In the museum auditorium, a white crowd of about forty fanned across the many rows of seats. Onstage were an elected official, Congressman Earl Blumenauer, beloved by the bike movement for his openly bikey stance on Capitol Hill; a city planner, Roger Geller, the bicycle coordinator for the Portland Bureau of Transportation; Elly Blue, a writer and publisher about to release her second book, Bikenomics; and the panel's moderator, Professor Jennifer Dill, a prominent bike researcher at Portland State University and the director of the Oregon Transportation Research and Education Consortium.
When I started reading about Richard Florida's creative class theory in 2008, I thought maybe it was a coincidence that the bike movement's emphasis on infrastructure matched Florida's core idea: if you build it, they will come. That is, if politicians want to attract desirable, talented residents/consumers to their regions in the post-industrial, idea/upscale consumption economy, they must invest in the urban design elements that are as honey to these worker bees. Naw, I thought, the bike has way too much democratic potential to be reduced to a marketing tool. But I keep hearing powerful people like Congressman Blumenauer characterizing bike projects as a strategy to "attract talent," bringing "the best and the brightest" to places like Portland. In March, I heard the mayor of Indianapolis make similar remarks at the League of American Bicyclists' National Bike Summit that was this year themed "bikes mean business." I'm hearing a lot of consensus that a good way to convert people to bikes is to convince them that bike projects will raise their property values.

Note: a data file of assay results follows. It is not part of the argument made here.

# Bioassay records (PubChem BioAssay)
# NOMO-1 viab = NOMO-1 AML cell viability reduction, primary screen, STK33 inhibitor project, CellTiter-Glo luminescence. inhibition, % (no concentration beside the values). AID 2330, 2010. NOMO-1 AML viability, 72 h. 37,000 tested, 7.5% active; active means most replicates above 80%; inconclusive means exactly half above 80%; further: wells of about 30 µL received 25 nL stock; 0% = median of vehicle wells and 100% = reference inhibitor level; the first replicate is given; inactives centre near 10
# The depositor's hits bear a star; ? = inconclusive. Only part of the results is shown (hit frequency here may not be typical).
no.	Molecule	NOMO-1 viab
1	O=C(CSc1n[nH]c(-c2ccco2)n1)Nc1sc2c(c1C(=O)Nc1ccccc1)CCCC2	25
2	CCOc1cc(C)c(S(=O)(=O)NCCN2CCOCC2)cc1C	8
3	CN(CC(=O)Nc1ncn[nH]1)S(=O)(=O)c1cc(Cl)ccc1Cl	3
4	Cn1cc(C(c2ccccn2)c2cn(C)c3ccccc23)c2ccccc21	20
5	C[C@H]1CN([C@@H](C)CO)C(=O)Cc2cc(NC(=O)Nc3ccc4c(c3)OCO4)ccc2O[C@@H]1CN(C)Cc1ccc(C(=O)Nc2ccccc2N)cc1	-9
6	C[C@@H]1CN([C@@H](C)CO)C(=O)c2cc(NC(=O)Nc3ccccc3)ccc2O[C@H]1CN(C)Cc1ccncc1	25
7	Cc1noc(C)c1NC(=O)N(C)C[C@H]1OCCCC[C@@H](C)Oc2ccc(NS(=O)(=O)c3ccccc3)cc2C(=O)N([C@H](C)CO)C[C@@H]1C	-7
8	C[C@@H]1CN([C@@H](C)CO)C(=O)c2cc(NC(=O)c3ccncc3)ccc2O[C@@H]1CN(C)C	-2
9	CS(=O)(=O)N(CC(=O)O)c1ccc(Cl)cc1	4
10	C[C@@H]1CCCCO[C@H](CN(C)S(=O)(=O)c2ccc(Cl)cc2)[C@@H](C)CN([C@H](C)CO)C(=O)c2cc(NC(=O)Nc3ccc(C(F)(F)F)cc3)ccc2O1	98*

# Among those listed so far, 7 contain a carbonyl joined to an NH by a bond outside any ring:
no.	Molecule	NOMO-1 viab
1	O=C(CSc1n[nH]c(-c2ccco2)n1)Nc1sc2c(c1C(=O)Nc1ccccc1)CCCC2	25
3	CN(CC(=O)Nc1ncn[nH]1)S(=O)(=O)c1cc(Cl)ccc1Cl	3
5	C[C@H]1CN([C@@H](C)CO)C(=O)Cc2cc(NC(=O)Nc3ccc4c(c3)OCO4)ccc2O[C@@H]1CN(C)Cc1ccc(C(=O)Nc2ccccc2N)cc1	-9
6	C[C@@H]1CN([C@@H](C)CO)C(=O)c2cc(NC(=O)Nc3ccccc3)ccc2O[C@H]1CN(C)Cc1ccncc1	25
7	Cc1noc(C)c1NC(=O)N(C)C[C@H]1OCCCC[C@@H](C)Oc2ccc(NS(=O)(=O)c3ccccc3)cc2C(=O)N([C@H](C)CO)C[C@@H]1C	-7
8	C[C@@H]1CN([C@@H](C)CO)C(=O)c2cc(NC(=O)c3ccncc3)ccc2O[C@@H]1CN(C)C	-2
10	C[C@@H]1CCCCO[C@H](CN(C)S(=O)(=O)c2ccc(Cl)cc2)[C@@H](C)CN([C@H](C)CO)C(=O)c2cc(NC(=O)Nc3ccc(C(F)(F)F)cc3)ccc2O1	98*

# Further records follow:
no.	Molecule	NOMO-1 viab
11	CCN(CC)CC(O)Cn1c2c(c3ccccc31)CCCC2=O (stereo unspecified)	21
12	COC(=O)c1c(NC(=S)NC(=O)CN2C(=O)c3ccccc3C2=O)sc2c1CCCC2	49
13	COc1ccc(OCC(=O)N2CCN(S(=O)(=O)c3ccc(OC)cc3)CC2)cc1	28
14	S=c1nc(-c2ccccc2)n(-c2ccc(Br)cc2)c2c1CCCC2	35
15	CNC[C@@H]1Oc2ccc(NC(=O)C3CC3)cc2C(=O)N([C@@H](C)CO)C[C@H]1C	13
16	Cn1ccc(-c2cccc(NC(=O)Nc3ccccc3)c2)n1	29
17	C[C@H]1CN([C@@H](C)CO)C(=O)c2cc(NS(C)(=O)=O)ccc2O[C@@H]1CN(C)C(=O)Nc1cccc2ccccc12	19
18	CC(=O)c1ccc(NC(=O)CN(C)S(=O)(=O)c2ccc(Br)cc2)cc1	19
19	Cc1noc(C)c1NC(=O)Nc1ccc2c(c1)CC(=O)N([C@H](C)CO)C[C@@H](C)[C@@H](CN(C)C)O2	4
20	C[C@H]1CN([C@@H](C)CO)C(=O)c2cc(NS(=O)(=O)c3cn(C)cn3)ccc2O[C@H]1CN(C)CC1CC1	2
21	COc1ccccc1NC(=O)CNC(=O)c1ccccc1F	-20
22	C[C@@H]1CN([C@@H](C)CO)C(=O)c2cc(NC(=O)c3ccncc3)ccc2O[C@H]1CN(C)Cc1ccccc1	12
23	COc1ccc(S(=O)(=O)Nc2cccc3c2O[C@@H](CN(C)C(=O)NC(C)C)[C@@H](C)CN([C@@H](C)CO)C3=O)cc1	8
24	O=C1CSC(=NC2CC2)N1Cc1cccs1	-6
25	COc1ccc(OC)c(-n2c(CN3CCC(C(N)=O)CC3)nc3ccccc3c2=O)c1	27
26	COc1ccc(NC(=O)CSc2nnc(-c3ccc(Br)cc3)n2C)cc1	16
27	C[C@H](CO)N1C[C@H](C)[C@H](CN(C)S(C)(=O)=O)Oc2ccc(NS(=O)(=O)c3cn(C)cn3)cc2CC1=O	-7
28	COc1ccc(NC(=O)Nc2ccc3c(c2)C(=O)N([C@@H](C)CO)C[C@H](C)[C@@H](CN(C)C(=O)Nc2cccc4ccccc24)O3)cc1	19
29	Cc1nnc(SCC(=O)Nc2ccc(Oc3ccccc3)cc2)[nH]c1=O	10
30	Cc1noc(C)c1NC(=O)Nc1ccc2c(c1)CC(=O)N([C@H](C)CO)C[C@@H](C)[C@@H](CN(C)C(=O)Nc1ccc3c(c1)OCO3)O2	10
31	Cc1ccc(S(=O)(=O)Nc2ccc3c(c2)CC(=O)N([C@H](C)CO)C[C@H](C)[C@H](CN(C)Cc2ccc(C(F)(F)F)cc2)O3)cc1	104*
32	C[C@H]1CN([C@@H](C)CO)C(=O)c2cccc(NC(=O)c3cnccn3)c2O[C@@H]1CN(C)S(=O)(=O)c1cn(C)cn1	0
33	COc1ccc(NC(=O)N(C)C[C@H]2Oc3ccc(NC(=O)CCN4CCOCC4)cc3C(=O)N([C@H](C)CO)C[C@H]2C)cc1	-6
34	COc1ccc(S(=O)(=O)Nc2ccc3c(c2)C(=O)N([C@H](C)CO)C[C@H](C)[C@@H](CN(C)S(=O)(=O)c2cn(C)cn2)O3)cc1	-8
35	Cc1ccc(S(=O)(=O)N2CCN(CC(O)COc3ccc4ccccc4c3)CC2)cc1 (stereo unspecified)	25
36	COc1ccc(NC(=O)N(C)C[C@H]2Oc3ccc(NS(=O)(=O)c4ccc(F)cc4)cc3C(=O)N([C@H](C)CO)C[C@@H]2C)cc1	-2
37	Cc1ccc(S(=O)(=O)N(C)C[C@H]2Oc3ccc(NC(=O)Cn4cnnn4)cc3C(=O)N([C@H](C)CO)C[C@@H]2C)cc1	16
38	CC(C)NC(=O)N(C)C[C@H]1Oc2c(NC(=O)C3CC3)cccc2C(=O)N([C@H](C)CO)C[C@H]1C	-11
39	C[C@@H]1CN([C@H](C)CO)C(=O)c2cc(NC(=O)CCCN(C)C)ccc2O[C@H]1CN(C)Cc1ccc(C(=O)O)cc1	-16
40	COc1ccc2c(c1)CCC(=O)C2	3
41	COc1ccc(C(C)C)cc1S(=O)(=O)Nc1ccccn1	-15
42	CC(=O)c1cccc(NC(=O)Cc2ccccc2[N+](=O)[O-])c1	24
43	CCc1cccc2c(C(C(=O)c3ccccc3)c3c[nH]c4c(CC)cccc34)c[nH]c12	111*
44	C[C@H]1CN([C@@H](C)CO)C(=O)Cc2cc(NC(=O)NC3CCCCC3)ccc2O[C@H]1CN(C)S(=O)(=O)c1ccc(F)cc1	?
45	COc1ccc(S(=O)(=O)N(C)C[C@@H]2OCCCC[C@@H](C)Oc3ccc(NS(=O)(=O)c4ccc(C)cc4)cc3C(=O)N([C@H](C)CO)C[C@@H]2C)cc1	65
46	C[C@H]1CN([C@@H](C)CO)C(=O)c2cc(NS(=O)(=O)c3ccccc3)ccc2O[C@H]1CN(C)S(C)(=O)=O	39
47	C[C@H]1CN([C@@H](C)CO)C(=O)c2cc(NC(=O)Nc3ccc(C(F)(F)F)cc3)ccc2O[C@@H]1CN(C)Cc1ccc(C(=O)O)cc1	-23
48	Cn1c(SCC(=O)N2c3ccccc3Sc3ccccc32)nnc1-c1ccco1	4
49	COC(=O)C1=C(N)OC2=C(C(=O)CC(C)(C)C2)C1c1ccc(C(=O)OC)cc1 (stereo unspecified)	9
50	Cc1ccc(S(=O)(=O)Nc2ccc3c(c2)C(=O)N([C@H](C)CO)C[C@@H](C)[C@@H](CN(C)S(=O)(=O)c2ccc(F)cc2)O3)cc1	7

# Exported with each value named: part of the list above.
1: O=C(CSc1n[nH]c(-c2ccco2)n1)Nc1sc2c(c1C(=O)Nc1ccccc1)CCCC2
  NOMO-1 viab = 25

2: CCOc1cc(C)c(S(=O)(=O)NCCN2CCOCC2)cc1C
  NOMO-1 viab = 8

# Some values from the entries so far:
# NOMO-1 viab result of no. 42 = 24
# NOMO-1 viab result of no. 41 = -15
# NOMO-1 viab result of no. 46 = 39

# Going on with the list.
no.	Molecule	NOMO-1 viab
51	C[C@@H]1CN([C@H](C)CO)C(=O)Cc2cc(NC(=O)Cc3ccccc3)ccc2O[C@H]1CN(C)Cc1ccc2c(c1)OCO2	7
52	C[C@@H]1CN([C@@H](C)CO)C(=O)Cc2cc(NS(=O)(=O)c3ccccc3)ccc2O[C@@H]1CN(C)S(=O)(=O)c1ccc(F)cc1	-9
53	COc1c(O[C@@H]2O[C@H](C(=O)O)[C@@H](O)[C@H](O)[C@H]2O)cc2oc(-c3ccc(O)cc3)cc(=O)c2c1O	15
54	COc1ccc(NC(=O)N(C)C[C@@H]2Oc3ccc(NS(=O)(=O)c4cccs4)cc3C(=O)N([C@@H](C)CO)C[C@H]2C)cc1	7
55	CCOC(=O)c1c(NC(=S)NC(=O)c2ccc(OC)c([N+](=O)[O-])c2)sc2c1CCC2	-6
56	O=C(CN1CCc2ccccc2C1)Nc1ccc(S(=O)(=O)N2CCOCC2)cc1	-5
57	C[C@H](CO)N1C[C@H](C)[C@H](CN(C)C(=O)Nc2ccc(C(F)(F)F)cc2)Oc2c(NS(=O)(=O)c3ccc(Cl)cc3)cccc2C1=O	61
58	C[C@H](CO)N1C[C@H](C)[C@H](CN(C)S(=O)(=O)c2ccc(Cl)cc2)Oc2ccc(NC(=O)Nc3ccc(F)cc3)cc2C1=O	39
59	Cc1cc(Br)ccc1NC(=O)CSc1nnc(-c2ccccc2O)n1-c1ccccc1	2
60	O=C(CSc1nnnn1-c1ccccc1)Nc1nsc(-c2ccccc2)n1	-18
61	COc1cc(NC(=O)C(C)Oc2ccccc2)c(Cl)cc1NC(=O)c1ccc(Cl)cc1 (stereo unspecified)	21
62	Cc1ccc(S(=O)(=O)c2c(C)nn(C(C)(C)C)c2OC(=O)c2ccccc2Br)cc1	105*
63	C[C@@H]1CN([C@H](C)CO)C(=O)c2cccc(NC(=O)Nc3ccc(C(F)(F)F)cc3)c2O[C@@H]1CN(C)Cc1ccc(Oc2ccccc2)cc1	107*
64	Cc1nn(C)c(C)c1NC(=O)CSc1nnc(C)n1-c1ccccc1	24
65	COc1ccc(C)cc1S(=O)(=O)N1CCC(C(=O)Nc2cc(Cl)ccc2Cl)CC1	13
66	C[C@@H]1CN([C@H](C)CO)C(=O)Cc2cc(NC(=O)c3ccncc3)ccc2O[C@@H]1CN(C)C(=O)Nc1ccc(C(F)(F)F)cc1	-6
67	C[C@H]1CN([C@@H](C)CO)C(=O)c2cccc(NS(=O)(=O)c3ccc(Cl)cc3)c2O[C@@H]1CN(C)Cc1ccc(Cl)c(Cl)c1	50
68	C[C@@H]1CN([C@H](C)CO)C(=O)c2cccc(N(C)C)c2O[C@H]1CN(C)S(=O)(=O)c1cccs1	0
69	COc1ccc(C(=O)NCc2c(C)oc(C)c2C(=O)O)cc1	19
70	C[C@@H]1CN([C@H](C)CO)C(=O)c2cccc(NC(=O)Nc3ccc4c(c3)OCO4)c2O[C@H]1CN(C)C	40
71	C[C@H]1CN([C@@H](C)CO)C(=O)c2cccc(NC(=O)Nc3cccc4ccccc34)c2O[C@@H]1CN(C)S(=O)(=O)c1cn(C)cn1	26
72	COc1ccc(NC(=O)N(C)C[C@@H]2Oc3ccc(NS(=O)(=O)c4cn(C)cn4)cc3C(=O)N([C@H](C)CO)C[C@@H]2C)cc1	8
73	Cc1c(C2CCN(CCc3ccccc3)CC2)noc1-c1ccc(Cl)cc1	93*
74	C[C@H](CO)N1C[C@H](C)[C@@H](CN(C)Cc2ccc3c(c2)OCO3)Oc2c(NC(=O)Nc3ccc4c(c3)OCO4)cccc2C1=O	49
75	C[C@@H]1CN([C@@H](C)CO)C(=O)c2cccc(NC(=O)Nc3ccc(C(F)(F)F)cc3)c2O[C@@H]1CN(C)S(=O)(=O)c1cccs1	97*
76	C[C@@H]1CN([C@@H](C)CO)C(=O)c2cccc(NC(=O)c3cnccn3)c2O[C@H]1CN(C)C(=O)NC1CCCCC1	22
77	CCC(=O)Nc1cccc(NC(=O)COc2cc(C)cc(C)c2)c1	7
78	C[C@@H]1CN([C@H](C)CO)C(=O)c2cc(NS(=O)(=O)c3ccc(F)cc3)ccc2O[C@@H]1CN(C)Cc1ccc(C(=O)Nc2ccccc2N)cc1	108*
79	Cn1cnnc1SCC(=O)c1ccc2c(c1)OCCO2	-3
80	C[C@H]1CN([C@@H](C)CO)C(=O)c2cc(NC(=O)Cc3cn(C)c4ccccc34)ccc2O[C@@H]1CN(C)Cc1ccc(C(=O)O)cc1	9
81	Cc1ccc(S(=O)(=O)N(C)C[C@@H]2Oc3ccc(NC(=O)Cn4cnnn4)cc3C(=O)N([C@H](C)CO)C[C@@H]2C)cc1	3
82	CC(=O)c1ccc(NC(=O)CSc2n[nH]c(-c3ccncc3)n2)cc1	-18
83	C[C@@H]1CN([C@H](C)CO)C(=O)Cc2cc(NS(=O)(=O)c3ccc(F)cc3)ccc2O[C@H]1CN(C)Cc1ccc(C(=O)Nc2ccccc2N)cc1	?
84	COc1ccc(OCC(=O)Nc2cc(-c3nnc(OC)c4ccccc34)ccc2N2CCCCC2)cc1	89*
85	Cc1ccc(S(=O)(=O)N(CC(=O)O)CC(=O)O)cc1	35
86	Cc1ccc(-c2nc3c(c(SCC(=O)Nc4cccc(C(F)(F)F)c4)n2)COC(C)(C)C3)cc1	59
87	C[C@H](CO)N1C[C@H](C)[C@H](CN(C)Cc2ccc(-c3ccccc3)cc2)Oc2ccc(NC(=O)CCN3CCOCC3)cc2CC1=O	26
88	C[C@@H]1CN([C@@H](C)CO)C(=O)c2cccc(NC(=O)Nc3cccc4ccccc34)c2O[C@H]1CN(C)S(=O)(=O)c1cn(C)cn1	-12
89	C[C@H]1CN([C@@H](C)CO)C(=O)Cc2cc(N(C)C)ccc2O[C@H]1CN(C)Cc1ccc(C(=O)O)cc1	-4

It seems like the bike movement, or at least its policy arm, has decided that their goal of getting more people on bikes is not in conflict with the goal of making urban neighborhoods more expensive, and I am baffled by how openly they make this claim. Aren't policymakers and lobbyists supposed to at least pretend that their pet projects have benefits for more than one group? And shouldn't livable neighborhoods be affordable? Because we're not all homeowners, and I don't see a lot of value in rents that skyrocket because more people are choosing to ride bikes. Maybe the city should be compensating us urban cyclists for our contribution to the marketable landscapes they crave.
If influential people have decided who, exactly, they want to attract to cycling, maybe the question we should be asking is if you build it, who will be replaced? The drive to bring in desirables leaves aside the question of who gets categorized as undesirable. I wonder if an unspoken goal of bike advocates uncomfortable with race, class, and cultural difference is to create urban zones free of these problems by simply vanishing, through the unquestionably objective means of the market, people unlike themselves. After all, using urban planning to rid cities of undesirables is nothing new. I hope, though, that folks will reconsider whether is is too hard to convince existing city residents that riding a bike is a good thing. Is it better that they be replaced by outsiders who already have that extra spending power to buy more bakfiets for the bicycle boulevard?